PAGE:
Imagine with me you’re looking into the future of your son (or daughter) who is blind or visually impaired. He’s in his early twenties and nearing the completion of his first year of employment. It isn’t his dream job, but hey, one must start somewhere. He lives downtown in an up-and-coming area, about two blocks from a bus stop, and shares a home with two friends. You had been sweating about his life post-nest, but he’s actually doing quite well.
When we look toward the future, it’s easy to see that while math and the rest of the core curriculum are necessities, equally so (and arguably more so) are the areas of the expanded core curriculum, which teach children who are blind or visually impaired to travel, work, and live as independently as possible. So today, as we’re on the brink of a new school year, I want to remind you to advocate for your child with significant vision loss to receive education in the expanded core curriculum.
Understanding the Expanded Core Curriculum
Whether your child is in a residential school for the blind, a resource room, or has an itinerant teacher of the visually impaired (meaning the teacher travels to schools within a school district), your blind or visually impaired child’s education should include the expanded core curriculum subject matter, as it (1) enables children to access the core curriculum, and (2) it teaches the concepts and skills sighted children learn incidentally (through observation).
The expanded core curriculum includes the following nine areas of focus. Click on each to explore what it is, why it’s taught, and how a teacher of students with visual impairments approaches instruction.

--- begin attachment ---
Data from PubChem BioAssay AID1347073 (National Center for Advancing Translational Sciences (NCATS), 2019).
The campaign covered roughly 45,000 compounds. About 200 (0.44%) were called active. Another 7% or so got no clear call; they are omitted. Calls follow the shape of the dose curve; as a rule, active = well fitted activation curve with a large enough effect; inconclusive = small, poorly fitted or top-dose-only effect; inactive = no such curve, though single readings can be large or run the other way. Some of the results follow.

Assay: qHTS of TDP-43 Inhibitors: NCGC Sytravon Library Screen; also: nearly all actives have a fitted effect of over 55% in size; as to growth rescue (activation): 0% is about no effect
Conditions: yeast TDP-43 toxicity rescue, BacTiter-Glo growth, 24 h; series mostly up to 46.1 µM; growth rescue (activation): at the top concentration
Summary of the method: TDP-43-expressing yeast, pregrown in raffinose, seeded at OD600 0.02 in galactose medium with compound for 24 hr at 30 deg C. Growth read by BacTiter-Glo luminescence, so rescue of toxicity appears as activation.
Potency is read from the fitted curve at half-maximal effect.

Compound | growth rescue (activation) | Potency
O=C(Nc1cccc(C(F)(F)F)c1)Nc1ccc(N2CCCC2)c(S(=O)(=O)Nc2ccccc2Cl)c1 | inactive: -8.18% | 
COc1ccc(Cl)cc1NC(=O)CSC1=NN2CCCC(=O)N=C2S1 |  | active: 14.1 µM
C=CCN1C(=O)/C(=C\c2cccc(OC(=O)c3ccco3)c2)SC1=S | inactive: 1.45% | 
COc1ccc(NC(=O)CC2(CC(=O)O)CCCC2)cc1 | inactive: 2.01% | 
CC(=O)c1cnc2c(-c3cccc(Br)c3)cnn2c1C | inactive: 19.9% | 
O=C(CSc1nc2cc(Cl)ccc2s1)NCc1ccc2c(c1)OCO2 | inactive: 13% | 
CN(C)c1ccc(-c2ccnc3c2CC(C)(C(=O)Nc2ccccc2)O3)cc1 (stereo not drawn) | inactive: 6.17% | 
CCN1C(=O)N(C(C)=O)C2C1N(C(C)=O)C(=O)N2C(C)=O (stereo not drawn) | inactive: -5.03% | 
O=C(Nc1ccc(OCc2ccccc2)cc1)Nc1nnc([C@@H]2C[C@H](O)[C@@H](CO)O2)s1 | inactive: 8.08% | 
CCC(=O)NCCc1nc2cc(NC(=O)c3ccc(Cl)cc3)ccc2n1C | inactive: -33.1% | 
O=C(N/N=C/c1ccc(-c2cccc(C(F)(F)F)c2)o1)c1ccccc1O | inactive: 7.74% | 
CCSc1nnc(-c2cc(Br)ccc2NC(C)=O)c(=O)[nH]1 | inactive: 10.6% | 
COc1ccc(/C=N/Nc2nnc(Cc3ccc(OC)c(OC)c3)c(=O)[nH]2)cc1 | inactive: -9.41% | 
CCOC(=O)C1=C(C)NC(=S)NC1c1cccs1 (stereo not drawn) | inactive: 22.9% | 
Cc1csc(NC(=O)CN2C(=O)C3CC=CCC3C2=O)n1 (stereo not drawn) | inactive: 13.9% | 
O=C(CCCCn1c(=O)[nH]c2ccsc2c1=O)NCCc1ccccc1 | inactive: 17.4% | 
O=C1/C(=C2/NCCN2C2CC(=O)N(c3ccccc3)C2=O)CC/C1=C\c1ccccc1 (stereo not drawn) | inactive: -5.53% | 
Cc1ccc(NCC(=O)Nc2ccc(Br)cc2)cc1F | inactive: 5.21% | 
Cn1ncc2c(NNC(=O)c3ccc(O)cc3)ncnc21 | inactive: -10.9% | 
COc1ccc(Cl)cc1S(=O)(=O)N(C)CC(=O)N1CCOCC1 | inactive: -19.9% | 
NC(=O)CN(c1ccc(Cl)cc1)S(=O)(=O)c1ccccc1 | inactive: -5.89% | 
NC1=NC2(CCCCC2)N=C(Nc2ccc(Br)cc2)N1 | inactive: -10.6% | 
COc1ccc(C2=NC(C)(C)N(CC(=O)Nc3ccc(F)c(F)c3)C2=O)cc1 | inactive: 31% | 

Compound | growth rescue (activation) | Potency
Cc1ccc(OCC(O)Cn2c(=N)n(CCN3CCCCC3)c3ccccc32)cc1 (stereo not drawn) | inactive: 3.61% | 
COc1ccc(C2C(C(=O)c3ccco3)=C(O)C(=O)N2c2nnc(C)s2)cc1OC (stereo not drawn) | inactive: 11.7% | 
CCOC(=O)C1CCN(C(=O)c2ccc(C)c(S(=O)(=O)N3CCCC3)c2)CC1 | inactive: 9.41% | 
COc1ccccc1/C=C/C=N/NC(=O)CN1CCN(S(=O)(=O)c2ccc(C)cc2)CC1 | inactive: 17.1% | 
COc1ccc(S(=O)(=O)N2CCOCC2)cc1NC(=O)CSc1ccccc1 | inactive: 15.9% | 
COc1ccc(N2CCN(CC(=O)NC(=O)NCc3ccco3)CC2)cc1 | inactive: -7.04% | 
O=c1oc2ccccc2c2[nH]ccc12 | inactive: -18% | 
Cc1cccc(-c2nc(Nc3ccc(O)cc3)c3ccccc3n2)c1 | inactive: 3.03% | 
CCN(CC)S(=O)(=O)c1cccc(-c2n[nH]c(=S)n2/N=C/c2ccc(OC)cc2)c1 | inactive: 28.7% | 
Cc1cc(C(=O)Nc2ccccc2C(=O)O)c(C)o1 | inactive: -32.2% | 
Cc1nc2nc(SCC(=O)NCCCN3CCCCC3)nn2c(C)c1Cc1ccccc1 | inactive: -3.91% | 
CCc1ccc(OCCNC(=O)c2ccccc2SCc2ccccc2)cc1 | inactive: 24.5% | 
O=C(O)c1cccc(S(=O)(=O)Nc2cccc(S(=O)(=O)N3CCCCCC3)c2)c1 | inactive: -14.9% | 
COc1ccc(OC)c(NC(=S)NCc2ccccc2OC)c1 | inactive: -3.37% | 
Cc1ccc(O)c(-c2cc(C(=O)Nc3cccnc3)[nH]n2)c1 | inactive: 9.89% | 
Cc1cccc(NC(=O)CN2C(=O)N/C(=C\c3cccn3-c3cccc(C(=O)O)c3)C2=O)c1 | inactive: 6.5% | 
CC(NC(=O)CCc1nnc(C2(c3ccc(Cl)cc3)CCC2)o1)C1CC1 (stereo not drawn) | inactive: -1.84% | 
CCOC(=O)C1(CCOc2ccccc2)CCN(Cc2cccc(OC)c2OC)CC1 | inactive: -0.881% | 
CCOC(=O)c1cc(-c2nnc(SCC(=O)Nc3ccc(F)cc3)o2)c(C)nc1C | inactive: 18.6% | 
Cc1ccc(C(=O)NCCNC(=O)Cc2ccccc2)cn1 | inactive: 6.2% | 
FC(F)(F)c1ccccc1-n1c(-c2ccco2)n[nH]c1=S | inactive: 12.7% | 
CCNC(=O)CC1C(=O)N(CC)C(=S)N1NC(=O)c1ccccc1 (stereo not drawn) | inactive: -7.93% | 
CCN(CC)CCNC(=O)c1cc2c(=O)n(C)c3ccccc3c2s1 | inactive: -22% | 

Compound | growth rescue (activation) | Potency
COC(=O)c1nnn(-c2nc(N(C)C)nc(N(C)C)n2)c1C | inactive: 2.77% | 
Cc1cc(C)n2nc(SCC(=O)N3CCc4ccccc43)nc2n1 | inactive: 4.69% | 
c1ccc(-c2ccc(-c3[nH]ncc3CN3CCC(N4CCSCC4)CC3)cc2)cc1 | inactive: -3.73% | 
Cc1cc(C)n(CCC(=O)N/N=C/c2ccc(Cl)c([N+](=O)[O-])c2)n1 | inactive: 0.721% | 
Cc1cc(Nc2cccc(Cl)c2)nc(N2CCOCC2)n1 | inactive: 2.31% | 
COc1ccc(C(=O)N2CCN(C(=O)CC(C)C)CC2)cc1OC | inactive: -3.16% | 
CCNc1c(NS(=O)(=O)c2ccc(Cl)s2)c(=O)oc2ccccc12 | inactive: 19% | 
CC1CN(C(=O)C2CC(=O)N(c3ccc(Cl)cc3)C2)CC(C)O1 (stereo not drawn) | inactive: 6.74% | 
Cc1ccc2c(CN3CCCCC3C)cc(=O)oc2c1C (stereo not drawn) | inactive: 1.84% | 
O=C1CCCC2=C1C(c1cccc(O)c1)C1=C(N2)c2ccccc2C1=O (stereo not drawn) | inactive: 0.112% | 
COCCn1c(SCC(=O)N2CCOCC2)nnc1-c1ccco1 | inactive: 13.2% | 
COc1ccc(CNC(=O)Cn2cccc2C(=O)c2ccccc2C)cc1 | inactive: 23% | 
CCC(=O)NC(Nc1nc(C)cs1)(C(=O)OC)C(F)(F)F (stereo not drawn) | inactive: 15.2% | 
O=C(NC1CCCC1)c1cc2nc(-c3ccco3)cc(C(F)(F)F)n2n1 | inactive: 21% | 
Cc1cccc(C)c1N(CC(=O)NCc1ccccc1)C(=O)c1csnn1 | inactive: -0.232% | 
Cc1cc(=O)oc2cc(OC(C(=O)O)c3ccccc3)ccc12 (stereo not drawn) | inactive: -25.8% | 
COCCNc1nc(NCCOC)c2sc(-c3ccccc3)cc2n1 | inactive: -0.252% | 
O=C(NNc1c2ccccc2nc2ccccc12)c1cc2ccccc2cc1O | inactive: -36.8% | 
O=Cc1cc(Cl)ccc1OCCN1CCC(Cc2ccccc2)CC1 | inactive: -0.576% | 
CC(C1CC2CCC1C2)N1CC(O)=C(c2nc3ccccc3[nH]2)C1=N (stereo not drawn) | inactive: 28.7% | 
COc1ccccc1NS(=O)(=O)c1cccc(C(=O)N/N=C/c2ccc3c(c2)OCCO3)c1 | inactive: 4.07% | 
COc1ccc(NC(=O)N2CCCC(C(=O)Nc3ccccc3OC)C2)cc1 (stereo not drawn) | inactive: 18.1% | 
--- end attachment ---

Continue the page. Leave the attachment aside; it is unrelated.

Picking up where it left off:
- Compensatory Skills
- Assistive Technology
- Social Interaction Skills
- Independent Living Skills
- Recreation and Leisure Skills
- Sensory Efficiency Skills
- Age-Appropriate Career Education
- Self-Determination Skills
- Orientation and Mobility Skills
*Orientation and mobility skills must be taught by an orientation and mobility specialist.
The expanded core curriculum may seem enormous but understand the areas are best learned in conjunction with one another, which streamlines the learning process. Take for instance a routine trip to the grocery store that can cover most (if not all) of the expanded core curriculum. Create a grocery list (compensatory skills and assistive technology); plan the route (orientation and mobility); talk with/about the employees (career education); make choices (self-determination skills); ask for assistance (social interaction); shop for one meal’s ingredients (independent living); intentionally help your child interpret the scents and sounds you encounter (sensory efficiency); and pay (independent living skills).
Advocating for the Expanded Core Curriculum
Now, what if your child who is significantly visually impaired or blind isn’t receiving instruction in the areas of the expanded core curriculum?
Special education law states children are entitled to specially designed instruction to address the unique needs resulting from the child’s disability. With this in mind, in addition to the educational core curriculum, a child who is blind or visually impaired should receive instruction in the expanded core curriculum, which addresses the basic educational needs of a child who is blind or visually impaired in addition to providing the child with the skills to access the core curriculum.
Therefore, I recommend requesting an assessment documenting the present levels of performance within the nine domains of the expanded core curriculum. Where the educational team (including the parents) recognizes areas needing improvement, the Individualized Education Program (IEP) team can develop appropriate goals.